With this past year’s stay-at-home orders and social distancing, many of us have had to adjust to an increasingly virtual world. Work meetings, social events, and even doctor’s appointments can be conducted from home through video calls (much to the delight of our furry friends), and virtual vet visits are no exception.
Telemedicine, Telehealth, and Teletriage
Pet owners who prefer to seek an expert’s opinion from the safety of their home have three options: veterinary telemedicine, veterinary telehealth, and veterinary teletriage.
Veterinary telemedicine refers to remote clinical services, while telehealth consists of broader, non-clinical issues such as providing advice about pet health and care.
Teletriage, on the other hand, is essentially a consultation in which the health expert can answer questions and provide insight as to whether the issue at hand is an emergency, or if it can wait to be addressed. Teletriage comes in especially handy when you need some peace of mind during late-night health scares or times when you and your four-legged friend are out of town and can’t get to your regular vet.
Whether you’re visiting a virtual or traditional vet, it never hurts to be enrolled in pet insurance as an extra financial precaution.
Benefits of Virtual Vet Visits
Some issues require an in-person, physical assessment—especially emergencies that need immediate treatment. However, there are still several things that your vet can assist you with during a virtual visit.
One of the main perks is that virtual vets are often available 24/7 if you’re going through an independent virtual vet teleservice. Some may even be more affordable than a traditional vet visit.
Virtual vet visits can also save you time (and spare your dog some anxiety) by skipping the whole “pack up and get in the car” ordeal. The virtual vet can answer general questions about topics such as grooming, parasite prevention, behavioral issues, diet, and exercise.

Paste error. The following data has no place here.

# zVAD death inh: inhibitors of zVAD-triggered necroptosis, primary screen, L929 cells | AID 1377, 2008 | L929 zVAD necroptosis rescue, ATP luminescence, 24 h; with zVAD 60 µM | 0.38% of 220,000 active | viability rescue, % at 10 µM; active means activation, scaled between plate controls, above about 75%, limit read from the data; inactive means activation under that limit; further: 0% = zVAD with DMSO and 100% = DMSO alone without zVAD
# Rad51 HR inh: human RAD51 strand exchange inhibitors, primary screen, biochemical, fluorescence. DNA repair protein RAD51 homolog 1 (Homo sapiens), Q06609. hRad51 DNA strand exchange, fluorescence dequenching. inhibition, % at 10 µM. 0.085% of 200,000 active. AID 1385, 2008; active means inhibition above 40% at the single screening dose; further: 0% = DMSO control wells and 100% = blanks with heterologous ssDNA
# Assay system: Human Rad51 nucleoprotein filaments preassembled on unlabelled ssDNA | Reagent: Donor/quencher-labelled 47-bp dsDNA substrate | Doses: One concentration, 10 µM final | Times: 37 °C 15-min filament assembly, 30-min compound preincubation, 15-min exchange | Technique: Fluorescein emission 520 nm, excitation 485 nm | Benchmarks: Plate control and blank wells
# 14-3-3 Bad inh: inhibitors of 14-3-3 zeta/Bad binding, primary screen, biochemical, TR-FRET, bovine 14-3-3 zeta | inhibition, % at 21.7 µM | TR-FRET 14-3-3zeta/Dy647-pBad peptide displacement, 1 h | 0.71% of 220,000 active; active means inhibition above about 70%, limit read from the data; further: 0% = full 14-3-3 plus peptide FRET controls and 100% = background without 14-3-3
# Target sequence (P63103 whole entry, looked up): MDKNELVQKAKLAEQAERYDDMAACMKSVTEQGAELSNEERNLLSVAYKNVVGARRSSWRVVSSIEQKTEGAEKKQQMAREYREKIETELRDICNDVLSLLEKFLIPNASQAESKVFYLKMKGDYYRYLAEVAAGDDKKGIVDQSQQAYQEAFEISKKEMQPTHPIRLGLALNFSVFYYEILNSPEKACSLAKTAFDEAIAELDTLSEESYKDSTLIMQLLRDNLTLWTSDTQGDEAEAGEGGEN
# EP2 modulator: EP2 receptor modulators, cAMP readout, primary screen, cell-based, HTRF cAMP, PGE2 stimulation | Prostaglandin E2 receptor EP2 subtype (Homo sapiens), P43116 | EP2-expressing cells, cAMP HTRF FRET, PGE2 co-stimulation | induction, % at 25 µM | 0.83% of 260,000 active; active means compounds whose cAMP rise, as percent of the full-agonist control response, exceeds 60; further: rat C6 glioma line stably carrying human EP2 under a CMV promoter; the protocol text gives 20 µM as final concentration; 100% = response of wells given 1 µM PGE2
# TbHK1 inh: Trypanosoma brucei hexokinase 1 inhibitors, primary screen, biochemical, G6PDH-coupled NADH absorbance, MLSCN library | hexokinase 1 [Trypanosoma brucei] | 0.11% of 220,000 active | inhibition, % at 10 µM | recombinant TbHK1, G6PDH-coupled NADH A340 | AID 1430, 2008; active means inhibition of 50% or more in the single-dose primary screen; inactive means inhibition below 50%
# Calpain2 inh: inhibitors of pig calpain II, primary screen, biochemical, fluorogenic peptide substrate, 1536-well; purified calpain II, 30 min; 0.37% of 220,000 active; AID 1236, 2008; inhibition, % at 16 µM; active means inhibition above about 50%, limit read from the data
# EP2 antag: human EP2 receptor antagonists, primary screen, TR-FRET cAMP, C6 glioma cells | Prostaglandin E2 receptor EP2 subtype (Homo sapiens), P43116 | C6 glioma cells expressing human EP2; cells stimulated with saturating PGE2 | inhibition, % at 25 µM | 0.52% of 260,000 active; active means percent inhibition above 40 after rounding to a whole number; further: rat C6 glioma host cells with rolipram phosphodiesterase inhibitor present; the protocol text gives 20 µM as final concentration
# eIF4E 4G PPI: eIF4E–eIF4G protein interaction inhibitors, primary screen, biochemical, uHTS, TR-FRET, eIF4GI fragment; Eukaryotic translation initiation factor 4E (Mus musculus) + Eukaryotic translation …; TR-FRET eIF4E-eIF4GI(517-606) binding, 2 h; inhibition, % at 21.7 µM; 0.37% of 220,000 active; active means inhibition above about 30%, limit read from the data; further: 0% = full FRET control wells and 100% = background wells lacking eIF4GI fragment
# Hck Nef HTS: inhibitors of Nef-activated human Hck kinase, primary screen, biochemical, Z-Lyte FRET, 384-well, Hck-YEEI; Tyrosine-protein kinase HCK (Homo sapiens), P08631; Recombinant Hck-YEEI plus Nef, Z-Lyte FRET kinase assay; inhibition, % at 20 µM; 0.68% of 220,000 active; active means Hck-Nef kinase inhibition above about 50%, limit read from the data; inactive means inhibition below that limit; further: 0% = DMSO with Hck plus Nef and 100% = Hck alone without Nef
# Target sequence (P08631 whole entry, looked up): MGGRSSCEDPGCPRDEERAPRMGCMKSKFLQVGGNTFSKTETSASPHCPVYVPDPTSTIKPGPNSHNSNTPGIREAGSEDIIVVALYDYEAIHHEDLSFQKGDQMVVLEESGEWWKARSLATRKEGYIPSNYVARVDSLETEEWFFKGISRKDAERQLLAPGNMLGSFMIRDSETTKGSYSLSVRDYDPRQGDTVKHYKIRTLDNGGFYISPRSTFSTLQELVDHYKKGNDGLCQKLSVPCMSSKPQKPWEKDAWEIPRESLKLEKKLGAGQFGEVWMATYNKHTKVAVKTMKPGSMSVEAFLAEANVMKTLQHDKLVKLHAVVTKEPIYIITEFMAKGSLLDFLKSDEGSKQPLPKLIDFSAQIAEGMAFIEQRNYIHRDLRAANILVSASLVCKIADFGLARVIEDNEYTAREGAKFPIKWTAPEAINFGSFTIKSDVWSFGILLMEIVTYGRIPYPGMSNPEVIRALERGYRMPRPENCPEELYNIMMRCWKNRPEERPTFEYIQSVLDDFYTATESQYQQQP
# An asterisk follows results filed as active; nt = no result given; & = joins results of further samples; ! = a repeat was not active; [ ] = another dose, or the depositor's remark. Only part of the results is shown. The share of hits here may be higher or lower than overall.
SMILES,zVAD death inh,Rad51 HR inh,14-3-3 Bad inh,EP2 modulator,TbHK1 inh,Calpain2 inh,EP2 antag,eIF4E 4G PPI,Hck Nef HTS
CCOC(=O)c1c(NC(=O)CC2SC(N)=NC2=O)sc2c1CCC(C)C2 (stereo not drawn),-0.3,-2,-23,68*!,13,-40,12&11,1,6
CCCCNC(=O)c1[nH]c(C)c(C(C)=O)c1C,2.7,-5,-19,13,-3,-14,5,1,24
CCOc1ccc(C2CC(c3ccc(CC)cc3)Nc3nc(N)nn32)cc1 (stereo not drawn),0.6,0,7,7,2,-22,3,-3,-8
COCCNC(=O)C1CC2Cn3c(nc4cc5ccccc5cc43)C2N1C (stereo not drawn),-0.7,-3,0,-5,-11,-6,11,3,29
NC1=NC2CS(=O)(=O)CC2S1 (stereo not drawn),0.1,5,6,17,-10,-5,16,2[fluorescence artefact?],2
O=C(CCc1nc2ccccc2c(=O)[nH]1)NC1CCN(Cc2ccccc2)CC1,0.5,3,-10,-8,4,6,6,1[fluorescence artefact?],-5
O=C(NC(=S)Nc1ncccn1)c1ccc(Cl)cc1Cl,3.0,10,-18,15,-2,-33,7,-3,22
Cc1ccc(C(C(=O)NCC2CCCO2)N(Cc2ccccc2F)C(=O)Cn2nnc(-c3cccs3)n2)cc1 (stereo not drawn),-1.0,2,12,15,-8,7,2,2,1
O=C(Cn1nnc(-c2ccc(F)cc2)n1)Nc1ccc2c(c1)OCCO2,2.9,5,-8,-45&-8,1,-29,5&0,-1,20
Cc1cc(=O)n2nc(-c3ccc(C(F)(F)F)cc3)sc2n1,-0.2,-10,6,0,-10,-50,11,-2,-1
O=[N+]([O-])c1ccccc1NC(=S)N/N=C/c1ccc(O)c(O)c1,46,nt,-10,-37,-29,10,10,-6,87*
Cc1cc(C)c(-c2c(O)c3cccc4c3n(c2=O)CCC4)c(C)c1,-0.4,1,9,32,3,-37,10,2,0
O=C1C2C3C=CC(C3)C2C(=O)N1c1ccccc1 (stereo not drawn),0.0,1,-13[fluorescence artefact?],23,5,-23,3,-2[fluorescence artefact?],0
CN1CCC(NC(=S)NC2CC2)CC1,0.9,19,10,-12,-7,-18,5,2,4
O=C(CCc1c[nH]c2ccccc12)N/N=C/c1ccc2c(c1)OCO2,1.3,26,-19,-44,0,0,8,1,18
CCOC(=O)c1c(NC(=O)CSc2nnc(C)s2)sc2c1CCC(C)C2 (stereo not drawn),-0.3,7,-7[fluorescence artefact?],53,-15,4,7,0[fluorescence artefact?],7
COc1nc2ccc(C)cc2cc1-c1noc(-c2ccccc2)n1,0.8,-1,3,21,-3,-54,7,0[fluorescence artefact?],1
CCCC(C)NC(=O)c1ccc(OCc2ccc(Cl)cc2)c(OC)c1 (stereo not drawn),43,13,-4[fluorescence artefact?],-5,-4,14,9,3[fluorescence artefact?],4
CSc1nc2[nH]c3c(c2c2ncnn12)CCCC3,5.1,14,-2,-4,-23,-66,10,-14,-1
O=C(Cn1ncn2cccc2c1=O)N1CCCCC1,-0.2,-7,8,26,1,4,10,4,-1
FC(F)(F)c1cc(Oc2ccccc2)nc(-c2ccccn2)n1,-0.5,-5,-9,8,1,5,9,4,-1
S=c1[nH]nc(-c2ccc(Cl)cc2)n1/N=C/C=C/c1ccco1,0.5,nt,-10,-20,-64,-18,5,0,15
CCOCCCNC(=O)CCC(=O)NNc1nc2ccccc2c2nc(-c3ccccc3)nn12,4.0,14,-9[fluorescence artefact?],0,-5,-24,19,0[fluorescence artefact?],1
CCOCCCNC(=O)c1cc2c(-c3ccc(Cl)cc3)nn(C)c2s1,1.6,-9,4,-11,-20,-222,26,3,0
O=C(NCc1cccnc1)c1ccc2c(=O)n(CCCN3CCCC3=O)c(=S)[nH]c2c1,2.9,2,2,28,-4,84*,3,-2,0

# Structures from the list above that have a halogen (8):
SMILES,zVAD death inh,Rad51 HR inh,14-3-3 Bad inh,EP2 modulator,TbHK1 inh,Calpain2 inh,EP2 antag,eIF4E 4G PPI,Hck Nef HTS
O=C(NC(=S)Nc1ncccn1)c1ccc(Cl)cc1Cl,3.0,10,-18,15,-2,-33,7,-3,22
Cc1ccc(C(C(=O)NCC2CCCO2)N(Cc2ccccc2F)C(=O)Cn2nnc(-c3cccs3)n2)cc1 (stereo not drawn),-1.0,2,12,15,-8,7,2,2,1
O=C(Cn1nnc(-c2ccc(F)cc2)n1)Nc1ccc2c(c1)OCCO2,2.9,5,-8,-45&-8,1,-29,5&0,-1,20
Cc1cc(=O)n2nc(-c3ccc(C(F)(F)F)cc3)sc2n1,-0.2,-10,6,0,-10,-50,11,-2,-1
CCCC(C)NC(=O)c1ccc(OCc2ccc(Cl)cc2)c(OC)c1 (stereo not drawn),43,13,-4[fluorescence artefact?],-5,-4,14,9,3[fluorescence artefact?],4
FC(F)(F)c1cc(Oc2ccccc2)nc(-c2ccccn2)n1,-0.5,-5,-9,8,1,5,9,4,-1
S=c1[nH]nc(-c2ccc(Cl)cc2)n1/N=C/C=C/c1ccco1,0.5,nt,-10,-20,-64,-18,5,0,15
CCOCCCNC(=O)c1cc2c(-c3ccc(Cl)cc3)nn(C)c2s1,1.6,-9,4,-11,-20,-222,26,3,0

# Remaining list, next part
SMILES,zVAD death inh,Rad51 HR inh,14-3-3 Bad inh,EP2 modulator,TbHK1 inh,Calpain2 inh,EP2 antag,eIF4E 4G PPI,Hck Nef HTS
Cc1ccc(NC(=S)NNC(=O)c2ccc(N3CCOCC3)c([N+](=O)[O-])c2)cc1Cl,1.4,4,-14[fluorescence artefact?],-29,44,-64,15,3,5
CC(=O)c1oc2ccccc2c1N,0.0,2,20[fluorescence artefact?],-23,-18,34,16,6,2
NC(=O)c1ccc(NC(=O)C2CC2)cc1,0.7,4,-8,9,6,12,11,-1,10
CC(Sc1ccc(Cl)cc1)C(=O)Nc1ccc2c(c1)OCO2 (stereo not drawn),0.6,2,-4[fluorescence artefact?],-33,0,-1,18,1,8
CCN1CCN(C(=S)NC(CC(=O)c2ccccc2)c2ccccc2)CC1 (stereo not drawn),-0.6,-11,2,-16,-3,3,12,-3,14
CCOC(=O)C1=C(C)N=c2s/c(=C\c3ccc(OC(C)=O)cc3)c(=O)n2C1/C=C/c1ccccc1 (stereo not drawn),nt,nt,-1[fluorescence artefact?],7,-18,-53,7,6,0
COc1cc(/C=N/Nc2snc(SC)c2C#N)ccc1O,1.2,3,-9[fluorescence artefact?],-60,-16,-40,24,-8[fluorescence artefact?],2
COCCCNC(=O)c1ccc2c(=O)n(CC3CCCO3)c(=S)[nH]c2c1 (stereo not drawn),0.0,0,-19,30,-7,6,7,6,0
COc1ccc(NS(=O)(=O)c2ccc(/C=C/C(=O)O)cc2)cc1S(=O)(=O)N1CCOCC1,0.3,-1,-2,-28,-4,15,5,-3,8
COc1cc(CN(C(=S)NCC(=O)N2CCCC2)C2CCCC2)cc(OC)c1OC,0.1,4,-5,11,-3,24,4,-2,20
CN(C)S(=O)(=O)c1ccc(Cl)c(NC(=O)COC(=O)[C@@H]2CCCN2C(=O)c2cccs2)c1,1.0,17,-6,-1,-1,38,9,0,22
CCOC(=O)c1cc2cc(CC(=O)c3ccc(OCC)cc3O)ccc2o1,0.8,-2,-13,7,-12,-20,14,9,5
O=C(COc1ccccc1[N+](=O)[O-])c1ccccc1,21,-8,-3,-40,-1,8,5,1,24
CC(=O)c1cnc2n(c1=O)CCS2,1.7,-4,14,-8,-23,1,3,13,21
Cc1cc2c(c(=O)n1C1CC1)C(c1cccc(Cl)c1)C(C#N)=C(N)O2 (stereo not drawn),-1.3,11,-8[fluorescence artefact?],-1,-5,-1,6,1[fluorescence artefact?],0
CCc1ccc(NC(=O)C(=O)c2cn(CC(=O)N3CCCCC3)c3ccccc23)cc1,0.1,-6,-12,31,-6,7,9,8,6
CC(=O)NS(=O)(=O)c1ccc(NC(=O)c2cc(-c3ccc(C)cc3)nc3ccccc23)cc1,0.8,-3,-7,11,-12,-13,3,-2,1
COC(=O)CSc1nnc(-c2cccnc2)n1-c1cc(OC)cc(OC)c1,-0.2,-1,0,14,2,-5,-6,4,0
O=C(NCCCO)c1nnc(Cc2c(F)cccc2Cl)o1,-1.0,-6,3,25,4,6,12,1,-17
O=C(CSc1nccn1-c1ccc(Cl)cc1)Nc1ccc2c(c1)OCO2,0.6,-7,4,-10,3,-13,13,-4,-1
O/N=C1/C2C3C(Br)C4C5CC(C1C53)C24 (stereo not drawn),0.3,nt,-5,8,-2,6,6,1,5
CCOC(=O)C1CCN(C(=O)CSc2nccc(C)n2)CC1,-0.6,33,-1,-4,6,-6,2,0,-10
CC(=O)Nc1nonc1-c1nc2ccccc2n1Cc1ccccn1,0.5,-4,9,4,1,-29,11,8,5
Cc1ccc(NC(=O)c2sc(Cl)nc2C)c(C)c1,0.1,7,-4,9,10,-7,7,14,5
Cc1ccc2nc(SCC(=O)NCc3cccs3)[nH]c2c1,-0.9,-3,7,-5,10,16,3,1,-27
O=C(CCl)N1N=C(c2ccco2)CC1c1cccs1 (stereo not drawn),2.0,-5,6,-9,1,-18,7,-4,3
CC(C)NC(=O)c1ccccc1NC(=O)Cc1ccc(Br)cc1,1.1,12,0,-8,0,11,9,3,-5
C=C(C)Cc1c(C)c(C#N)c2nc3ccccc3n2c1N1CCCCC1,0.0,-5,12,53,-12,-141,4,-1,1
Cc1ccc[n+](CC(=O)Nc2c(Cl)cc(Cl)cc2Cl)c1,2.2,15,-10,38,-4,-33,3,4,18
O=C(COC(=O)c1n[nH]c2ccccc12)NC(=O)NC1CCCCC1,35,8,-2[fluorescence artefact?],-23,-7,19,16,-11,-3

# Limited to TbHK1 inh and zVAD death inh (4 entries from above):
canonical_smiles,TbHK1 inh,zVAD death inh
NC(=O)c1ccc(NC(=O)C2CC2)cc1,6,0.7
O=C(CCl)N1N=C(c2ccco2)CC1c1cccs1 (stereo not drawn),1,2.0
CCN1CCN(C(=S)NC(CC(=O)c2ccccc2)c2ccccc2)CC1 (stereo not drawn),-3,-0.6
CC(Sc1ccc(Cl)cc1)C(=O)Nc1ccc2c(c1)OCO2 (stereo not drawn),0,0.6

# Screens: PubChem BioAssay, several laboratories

A virtual vet visit can also help you determine the severity of an issue and whether an in-person visit is necessary. It can also be useful when it comes to follow-up appointments and monitoring progress. Through pictures and video calls, the vet can check up on your kitty’s rash, see if your pup’s limp has improved, or check in to see if there are any side effects from that new medication.
If you would like to seek a second opinion without visiting a second veterinary office, virtual vet visits can be a great tool. Virtual vet visits are also helpful if you need some extra assistance with the next steps following a traditional visit, such as medication administration or dietary changes.
As an extra bonus, virtual vet visits allow the vet to observe your pet in their regular environment. This is especially useful for pets with vet phobias since they’ll likely be behaving more normally. Additionally, the vet will be able to see if the environment could be contributing to any health problems; you can also easily show samples of food or treats that you may otherwise forget to bring to a traditional vet visit.
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Preparing for a Virtual Vet Visit
When preparing for a virtual vet visit, be sure to have your pet’s medical information on hand. While there’s no need to trick your dog into getting in the car, you still want him to be present for the call. Designate a calm, quiet setting where your pet feels comfortable and relaxed. This is especially important if you’ll need to show areas of concern on camera.
Make sure your internet connection, camera, and audio are all functioning properly. You may want to keep the area clean, too—this isn’t a standard Zoom call where you can toss your take-out containers out of sight! The vet may have questions and want to see your pet’s environment, so be prepared to give a tour if needed.
If a live video call isn’t an option, you may also be able to chat with the vet online, via text, or through an app and send photos and videos on your own time.
Keep in mind that virtual vet visits should not replace traditional vet visits altogether. Instead, think of it as more of a supplementary service or consultation. There are still things that cannot be done virtually, such as listening to the heart and lungs, drawing blood, or performing X-rays and ultrasounds.
When to Contact a Vet
You know your pet best. If you notice any concerning changes in appearance or behavior, it’s never a bad idea to contact a vet.
Common symptoms of a sick cat include:
- Appetite changes
- Behavioral problems (such as lethargy or aggression)
- Itching and scratching
- Hair loss
- Bumps/scabs/skin issues
- Limping or signs of being in pain
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Symptoms of a sick dog are similar. Additional signs of a possible dog emergency include:
- Blue or pale gums
- Labored breathing
- Inability to walk
- Sudden, extreme changes in mental state
During emergencies, always opt for an in-person vet visit over a virtual vet visit.